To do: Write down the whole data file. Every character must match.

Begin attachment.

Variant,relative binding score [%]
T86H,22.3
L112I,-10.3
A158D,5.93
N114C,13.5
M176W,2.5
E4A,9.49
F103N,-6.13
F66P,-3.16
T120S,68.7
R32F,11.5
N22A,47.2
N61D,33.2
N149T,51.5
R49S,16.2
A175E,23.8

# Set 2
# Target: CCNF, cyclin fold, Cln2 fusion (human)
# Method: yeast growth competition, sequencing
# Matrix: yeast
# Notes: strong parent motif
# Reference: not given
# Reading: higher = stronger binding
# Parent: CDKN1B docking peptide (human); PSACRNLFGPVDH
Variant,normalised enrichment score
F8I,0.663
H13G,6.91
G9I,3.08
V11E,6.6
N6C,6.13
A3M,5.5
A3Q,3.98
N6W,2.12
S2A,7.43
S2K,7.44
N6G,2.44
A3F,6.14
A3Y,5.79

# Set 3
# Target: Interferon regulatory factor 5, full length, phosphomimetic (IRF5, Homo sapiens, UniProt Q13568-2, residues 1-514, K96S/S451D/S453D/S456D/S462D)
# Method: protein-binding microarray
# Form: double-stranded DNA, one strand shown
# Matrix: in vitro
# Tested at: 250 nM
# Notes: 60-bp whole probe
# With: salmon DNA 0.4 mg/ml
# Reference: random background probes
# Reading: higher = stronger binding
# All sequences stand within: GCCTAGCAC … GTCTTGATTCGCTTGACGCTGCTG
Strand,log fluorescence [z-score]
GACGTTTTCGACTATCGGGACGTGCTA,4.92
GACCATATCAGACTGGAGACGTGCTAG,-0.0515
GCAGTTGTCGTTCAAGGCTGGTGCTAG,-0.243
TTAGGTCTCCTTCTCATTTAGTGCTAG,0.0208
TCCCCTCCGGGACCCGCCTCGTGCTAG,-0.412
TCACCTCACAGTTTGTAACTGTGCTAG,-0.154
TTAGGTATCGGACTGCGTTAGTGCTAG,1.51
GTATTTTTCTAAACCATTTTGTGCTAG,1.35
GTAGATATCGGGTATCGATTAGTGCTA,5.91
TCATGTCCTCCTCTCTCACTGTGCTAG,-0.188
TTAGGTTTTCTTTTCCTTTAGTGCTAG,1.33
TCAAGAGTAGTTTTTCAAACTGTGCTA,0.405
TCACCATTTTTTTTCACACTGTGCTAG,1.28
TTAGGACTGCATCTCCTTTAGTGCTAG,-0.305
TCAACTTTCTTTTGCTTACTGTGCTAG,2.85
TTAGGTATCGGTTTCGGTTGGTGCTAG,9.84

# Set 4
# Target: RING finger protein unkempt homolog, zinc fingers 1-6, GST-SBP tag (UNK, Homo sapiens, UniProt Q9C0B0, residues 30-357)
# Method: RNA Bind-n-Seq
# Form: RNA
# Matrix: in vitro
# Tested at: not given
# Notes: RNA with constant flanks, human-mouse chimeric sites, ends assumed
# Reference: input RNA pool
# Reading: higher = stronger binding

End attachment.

Variant,relative binding score [%]
T86H,22.3
L112I,-10.3
A158D,5.93
N114C,13.5
M176W,2.5
E4A,9.49
F103N,-6.13
F66P,-3.16
T120S,68.7
R32F,11.5
N22A,47.2
N61D,33.2
N149T,51.5
R49S,16.2
A175E,23.8

# Set 2
# Target: CCNF, cyclin fold, Cln2 fusion (human)
# Method: yeast growth competition, sequencing
# Matrix: yeast
# Notes: strong parent motif
# Reference: not given
# Reading: higher = stronger binding
# Parent: CDKN1B docking peptide (human); PSACRNLFGPVDH
Variant,normalised enrichment score
F8I,0.663
H13G,6.91
G9I,3.08
V11E,6.6
N6C,6.13
A3M,5.5
A3Q,3.98
N6W,2.12
S2A,7.43
S2K,7.44
N6G,2.44
A3F,6.14
A3Y,5.79

# Set 3
# Target: Interferon regulatory factor 5, full length, phosphomimetic (IRF5, Homo sapiens, UniProt Q13568-2, residues 1-514, K96S/S451D/S453D/S456D/S462D)
# Method: protein-binding microarray
# Form: double-stranded DNA, one strand shown
# Matrix: in vitro
# Tested at: 250 nM
# Notes: 60-bp whole probe
# With: salmon DNA 0.4 mg/ml
# Reference: random background probes
# Reading: higher = stronger binding
# All sequences stand within: GCCTAGCAC … GTCTTGATTCGCTTGACGCTGCTG
Strand,log fluorescence [z-score]
GACGTTTTCGACTATCGGGACGTGCTA,4.92
GACCATATCAGACTGGAGACGTGCTAG,-0.0515
GCAGTTGTCGTTCAAGGCTGGTGCTAG,-0.243
TTAGGTCTCCTTCTCATTTAGTGCTAG,0.0208
TCCCCTCCGGGACCCGCCTCGTGCTAG,-0.412
TCACCTCACAGTTTGTAACTGTGCTAG,-0.154
TTAGGTATCGGACTGCGTTAGTGCTAG,1.51
GTATTTTTCTAAACCATTTTGTGCTAG,1.35
GTAGATATCGGGTATCGATTAGTGCTA,5.91
TCATGTCCTCCTCTCTCACTGTGCTAG,-0.188
TTAGGTTTTCTTTTCCTTTAGTGCTAG,1.33
TCAAGAGTAGTTTTTCAAACTGTGCTA,0.405
TCACCATTTTTTTTCACACTGTGCTAG,1.28
TTAGGACTGCATCTCCTTTAGTGCTAG,-0.305
TCAACTTTCTTTTGCTTACTGTGCTAG,2.85
TTAGGTATCGGTTTCGGTTGGTGCTAG,9.84

# Set 4
# Target: RING finger protein unkempt homolog, zinc fingers 1-6, GST-SBP tag (UNK, Homo sapiens, UniProt Q9C0B0, residues 30-357)
# Method: RNA Bind-n-Seq
# Form: RNA
# Matrix: in vitro
# Tested at: not given
# Notes: RNA with constant flanks, human-mouse chimeric sites, ends assumed
# Reference: input RNA pool
# Reading: higher = stronger binding